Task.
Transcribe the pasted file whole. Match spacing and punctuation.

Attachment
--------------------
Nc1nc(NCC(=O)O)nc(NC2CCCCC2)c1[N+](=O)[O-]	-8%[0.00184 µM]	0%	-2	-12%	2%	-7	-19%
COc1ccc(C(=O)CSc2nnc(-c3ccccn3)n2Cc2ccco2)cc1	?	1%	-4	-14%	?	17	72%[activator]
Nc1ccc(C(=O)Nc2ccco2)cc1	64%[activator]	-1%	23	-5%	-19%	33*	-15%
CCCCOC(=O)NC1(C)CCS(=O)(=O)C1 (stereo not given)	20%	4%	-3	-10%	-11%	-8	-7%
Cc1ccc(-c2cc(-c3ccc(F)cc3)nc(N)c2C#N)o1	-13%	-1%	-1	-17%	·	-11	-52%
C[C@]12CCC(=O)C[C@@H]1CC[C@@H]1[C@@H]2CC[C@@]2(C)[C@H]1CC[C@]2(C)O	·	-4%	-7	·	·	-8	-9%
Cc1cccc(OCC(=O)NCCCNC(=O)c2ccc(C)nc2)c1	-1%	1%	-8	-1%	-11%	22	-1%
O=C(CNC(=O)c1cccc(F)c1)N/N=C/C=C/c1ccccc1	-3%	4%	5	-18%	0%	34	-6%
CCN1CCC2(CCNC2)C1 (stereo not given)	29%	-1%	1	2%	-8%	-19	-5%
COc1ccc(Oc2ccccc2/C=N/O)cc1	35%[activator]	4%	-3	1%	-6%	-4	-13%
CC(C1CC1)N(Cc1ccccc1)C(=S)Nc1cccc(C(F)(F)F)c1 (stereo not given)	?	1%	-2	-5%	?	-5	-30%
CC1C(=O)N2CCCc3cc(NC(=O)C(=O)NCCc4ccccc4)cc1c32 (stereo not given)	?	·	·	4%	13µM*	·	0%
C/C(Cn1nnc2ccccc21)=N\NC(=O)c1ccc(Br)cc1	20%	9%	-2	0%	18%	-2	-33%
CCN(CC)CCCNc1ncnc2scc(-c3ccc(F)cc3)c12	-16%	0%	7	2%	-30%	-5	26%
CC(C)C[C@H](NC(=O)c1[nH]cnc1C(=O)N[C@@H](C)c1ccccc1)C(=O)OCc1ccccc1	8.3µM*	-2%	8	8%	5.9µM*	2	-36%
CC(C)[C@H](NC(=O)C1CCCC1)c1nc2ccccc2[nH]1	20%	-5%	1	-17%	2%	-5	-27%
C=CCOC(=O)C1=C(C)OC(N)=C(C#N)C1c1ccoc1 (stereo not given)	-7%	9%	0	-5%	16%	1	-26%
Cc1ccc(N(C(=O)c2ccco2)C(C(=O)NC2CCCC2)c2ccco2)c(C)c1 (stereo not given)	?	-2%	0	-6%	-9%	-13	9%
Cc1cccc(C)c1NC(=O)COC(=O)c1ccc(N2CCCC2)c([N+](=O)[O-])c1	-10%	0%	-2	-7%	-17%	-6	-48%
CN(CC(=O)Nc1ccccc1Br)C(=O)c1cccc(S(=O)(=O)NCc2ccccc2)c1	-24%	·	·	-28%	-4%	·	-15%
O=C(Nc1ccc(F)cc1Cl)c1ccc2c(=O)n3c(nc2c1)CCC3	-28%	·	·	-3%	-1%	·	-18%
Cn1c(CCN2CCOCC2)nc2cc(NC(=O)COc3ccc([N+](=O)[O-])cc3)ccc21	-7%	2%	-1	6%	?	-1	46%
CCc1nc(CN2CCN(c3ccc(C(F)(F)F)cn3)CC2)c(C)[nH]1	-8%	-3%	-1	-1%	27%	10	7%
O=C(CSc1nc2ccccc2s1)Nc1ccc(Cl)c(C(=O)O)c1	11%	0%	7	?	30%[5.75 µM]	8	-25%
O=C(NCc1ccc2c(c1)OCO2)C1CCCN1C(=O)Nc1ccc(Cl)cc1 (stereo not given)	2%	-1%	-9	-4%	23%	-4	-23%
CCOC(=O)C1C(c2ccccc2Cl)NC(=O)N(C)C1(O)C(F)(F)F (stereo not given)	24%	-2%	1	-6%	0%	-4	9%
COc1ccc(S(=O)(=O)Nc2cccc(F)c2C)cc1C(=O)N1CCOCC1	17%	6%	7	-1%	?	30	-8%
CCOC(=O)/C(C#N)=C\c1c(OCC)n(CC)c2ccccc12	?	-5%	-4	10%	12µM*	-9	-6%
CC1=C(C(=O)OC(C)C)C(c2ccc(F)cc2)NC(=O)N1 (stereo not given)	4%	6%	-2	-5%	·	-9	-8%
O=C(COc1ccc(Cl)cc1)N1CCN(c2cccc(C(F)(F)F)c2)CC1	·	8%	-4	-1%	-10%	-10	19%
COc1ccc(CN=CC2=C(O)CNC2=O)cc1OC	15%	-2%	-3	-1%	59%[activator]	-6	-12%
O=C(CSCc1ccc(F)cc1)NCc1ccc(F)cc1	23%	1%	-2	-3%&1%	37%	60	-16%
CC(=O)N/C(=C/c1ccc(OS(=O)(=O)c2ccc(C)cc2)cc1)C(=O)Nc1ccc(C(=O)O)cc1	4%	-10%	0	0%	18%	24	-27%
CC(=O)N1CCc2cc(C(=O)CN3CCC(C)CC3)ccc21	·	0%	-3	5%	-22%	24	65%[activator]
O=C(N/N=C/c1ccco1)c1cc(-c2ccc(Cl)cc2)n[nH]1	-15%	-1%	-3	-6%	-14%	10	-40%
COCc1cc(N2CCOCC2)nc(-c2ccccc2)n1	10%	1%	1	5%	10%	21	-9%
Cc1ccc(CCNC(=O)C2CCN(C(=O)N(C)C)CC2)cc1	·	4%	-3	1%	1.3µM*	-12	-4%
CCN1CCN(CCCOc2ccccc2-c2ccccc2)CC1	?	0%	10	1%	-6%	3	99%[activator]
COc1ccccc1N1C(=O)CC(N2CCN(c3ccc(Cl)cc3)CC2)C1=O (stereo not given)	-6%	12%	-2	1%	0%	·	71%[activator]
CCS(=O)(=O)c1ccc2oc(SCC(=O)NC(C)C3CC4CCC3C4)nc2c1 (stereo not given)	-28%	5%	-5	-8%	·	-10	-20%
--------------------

Nc1nc(NCC(=O)O)nc(NC2CCCCC2)c1[N+](=O)[O-]	-8%[0.00184 µM]	0%	-2	-12%	2%	-7	-19%
COc1ccc(C(=O)CSc2nnc(-c3ccccn3)n2Cc2ccco2)cc1	?	1%	-4	-14%	?	17	72%[activator]
Nc1ccc(C(=O)Nc2ccco2)cc1	64%[activator]	-1%	23	-5%	-19%	33*	-15%
CCCCOC(=O)NC1(C)CCS(=O)(=O)C1 (stereo not given)	20%	4%	-3	-10%	-11%	-8	-7%
Cc1ccc(-c2cc(-c3ccc(F)cc3)nc(N)c2C#N)o1	-13%	-1%	-1	-17%	·	-11	-52%
C[C@]12CCC(=O)C[C@@H]1CC[C@@H]1[C@@H]2CC[C@@]2(C)[C@H]1CC[C@]2(C)O	·	-4%	-7	·	·	-8	-9%
Cc1cccc(OCC(=O)NCCCNC(=O)c2ccc(C)nc2)c1	-1%	1%	-8	-1%	-11%	22	-1%
O=C(CNC(=O)c1cccc(F)c1)N/N=C/C=C/c1ccccc1	-3%	4%	5	-18%	0%	34	-6%
CCN1CCC2(CCNC2)C1 (stereo not given)	29%	-1%	1	2%	-8%	-19	-5%
COc1ccc(Oc2ccccc2/C=N/O)cc1	35%[activator]	4%	-3	1%	-6%	-4	-13%
CC(C1CC1)N(Cc1ccccc1)C(=S)Nc1cccc(C(F)(F)F)c1 (stereo not given)	?	1%	-2	-5%	?	-5	-30%
CC1C(=O)N2CCCc3cc(NC(=O)C(=O)NCCc4ccccc4)cc1c32 (stereo not given)	?	·	·	4%	13µM*	·	0%
C/C(Cn1nnc2ccccc21)=N\NC(=O)c1ccc(Br)cc1	20%	9%	-2	0%	18%	-2	-33%
CCN(CC)CCCNc1ncnc2scc(-c3ccc(F)cc3)c12	-16%	0%	7	2%	-30%	-5	26%
CC(C)C[C@H](NC(=O)c1[nH]cnc1C(=O)N[C@@H](C)c1ccccc1)C(=O)OCc1ccccc1	8.3µM*	-2%	8	8%	5.9µM*	2	-36%
CC(C)[C@H](NC(=O)C1CCCC1)c1nc2ccccc2[nH]1	20%	-5%	1	-17%	2%	-5	-27%
C=CCOC(=O)C1=C(C)OC(N)=C(C#N)C1c1ccoc1 (stereo not given)	-7%	9%	0	-5%	16%	1	-26%
Cc1ccc(N(C(=O)c2ccco2)C(C(=O)NC2CCCC2)c2ccco2)c(C)c1 (stereo not given)	?	-2%	0	-6%	-9%	-13	9%
Cc1cccc(C)c1NC(=O)COC(=O)c1ccc(N2CCCC2)c([N+](=O)[O-])c1	-10%	0%	-2	-7%	-17%	-6	-48%
CN(CC(=O)Nc1ccccc1Br)C(=O)c1cccc(S(=O)(=O)NCc2ccccc2)c1	-24%	·	·	-28%	-4%	·	-15%
O=C(Nc1ccc(F)cc1Cl)c1ccc2c(=O)n3c(nc2c1)CCC3	-28%	·	·	-3%	-1%	·	-18%
Cn1c(CCN2CCOCC2)nc2cc(NC(=O)COc3ccc([N+](=O)[O-])cc3)ccc21	-7%	2%	-1	6%	?	-1	46%
CCc1nc(CN2CCN(c3ccc(C(F)(F)F)cn3)CC2)c(C)[nH]1	-8%	-3%	-1	-1%	27%	10	7%
O=C(CSc1nc2ccccc2s1)Nc1ccc(Cl)c(C(=O)O)c1	11%	0%	7	?	30%[5.75 µM]	8	-25%
O=C(NCc1ccc2c(c1)OCO2)C1CCCN1C(=O)Nc1ccc(Cl)cc1 (stereo not given)	2%	-1%	-9	-4%	23%	-4	-23%
CCOC(=O)C1C(c2ccccc2Cl)NC(=O)N(C)C1(O)C(F)(F)F (stereo not given)	24%	-2%	1	-6%	0%	-4	9%
COc1ccc(S(=O)(=O)Nc2cccc(F)c2C)cc1C(=O)N1CCOCC1	17%	6%	7	-1%	?	30	-8%
CCOC(=O)/C(C#N)=C\c1c(OCC)n(CC)c2ccccc12	?	-5%	-4	10%	12µM*	-9	-6%
CC1=C(C(=O)OC(C)C)C(c2ccc(F)cc2)NC(=O)N1 (stereo not given)	4%	6%	-2	-5%	·	-9	-8%
O=C(COc1ccc(Cl)cc1)N1CCN(c2cccc(C(F)(F)F)c2)CC1	·	8%	-4	-1%	-10%	-10	19%
COc1ccc(CN=CC2=C(O)CNC2=O)cc1OC	15%	-2%	-3	-1%	59%[activator]	-6	-12%
O=C(CSCc1ccc(F)cc1)NCc1ccc(F)cc1	23%	1%	-2	-3%&1%	37%	60	-16%
CC(=O)N/C(=C/c1ccc(OS(=O)(=O)c2ccc(C)cc2)cc1)C(=O)Nc1ccc(C(=O)O)cc1	4%	-10%	0	0%	18%	24	-27%
CC(=O)N1CCc2cc(C(=O)CN3CCC(C)CC3)ccc21	·	0%	-3	5%	-22%	24	65%[activator]
O=C(N/N=C/c1ccco1)c1cc(-c2ccc(Cl)cc2)n[nH]1	-15%	-1%	-3	-6%	-14%	10	-40%
COCc1cc(N2CCOCC2)nc(-c2ccccc2)n1	10%	1%	1	5%	10%	21	-9%
Cc1ccc(CCNC(=O)C2CCN(C(=O)N(C)C)CC2)cc1	·	4%	-3	1%	1.3µM*	-12	-4%
CCN1CCN(CCCOc2ccccc2-c2ccccc2)CC1	?	0%	10	1%	-6%	3	99%[activator]
COc1ccccc1N1C(=O)CC(N2CCN(c3ccc(Cl)cc3)CC2)C1=O (stereo not given)	-6%	12%	-2	1%	0%	·	71%[activator]
CCS(=O)(=O)c1ccc2oc(SCC(=O)NC(C)C3CC4CCC3C4)nc2c1 (stereo not given)	-28%	5%	-5	-8%	·	-10	-20%